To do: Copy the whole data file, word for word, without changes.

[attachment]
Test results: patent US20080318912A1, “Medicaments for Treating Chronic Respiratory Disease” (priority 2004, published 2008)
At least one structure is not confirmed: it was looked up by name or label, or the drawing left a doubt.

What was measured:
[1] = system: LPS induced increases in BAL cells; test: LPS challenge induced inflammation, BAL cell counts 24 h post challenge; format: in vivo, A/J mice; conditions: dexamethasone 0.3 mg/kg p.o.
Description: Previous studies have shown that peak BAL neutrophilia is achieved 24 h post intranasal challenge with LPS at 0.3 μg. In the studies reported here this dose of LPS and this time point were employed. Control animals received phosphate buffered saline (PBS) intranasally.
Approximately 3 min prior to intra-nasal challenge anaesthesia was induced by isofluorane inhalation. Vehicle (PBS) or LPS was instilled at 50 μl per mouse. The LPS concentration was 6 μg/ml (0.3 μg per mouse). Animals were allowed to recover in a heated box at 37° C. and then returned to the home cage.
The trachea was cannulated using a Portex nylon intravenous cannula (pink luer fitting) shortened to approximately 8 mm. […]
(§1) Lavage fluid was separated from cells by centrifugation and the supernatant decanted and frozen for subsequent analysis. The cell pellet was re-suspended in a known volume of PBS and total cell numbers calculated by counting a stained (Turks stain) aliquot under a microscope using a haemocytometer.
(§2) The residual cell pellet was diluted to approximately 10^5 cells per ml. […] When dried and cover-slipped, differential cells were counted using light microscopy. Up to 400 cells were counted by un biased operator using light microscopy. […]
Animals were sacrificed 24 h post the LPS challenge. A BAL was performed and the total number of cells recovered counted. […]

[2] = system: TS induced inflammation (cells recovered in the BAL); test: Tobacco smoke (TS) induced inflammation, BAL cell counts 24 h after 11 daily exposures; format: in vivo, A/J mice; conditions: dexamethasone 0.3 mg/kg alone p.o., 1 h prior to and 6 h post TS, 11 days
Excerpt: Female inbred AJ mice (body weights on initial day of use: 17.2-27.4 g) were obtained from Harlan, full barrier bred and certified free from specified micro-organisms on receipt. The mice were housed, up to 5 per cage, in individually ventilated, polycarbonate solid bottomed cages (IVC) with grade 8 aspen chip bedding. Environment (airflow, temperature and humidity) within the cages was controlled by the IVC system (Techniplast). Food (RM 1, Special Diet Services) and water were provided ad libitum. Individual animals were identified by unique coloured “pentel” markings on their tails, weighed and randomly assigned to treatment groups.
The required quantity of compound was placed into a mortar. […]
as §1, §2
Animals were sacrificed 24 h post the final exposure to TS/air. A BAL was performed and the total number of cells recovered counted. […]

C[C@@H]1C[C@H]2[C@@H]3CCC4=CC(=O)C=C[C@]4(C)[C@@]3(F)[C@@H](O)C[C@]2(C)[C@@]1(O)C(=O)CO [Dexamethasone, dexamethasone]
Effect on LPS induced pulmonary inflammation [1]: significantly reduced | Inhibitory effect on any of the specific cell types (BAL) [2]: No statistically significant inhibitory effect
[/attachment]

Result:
Test results: patent US20080318912A1, “Medicaments for Treating Chronic Respiratory Disease” (priority 2004, published 2008)
At least one structure is not confirmed: it was looked up by name or label, or the drawing left a doubt.

What was measured:
[1] = system: LPS induced increases in BAL cells; test: LPS challenge induced inflammation, BAL cell counts 24 h post challenge; format: in vivo, A/J mice; conditions: dexamethasone 0.3 mg/kg p.o.
Description: Previous studies have shown that peak BAL neutrophilia is achieved 24 h post intranasal challenge with LPS at 0.3 μg. In the studies reported here this dose of LPS and this time point were employed. Control animals received phosphate buffered saline (PBS) intranasally.
Approximately 3 min prior to intra-nasal challenge anaesthesia was induced by isofluorane inhalation. Vehicle (PBS) or LPS was instilled at 50 μl per mouse. The LPS concentration was 6 μg/ml (0.3 μg per mouse). Animals were allowed to recover in a heated box at 37° C. and then returned to the home cage.
The trachea was cannulated using a Portex nylon intravenous cannula (pink luer fitting) shortened to approximately 8 mm. […]
(§1) Lavage fluid was separated from cells by centrifugation and the supernatant decanted and frozen for subsequent analysis. The cell pellet was re-suspended in a known volume of PBS and total cell numbers calculated by counting a stained (Turks stain) aliquot under a microscope using a haemocytometer.
(§2) The residual cell pellet was diluted to approximately 10^5 cells per ml. […] When dried and cover-slipped, differential cells were counted using light microscopy. Up to 400 cells were counted by un biased operator using light microscopy. […]
Animals were sacrificed 24 h post the LPS challenge. A BAL was performed and the total number of cells recovered counted. […]

[2] = system: TS induced inflammation (cells recovered in the BAL); test: Tobacco smoke (TS) induced inflammation, BAL cell counts 24 h after 11 daily exposures; format: in vivo, A/J mice; conditions: dexamethasone 0.3 mg/kg alone p.o., 1 h prior to and 6 h post TS, 11 days
Excerpt: Female inbred AJ mice (body weights on initial day of use: 17.2-27.4 g) were obtained from Harlan, full barrier bred and certified free from specified micro-organisms on receipt. The mice were housed, up to 5 per cage, in individually ventilated, polycarbonate solid bottomed cages (IVC) with grade 8 aspen chip bedding. Environment (airflow, temperature and humidity) within the cages was controlled by the IVC system (Techniplast). Food (RM 1, Special Diet Services) and water were provided ad libitum. Individual animals were identified by unique coloured “pentel” markings on their tails, weighed and randomly assigned to treatment groups.
The required quantity of compound was placed into a mortar. […]
as §1, §2
Animals were sacrificed 24 h post the final exposure to TS/air. A BAL was performed and the total number of cells recovered counted. […]

C[C@@H]1C[C@H]2[C@@H]3CCC4=CC(=O)C=C[C@]4(C)[C@@]3(F)[C@@H](O)C[C@]2(C)[C@@]1(O)C(=O)CO [Dexamethasone, dexamethasone]
Effect on LPS induced pulmonary inflammation [1]: significantly reduced | Inhibitory effect on any of the specific cell types (BAL) [2]: No statistically significant inhibitory effect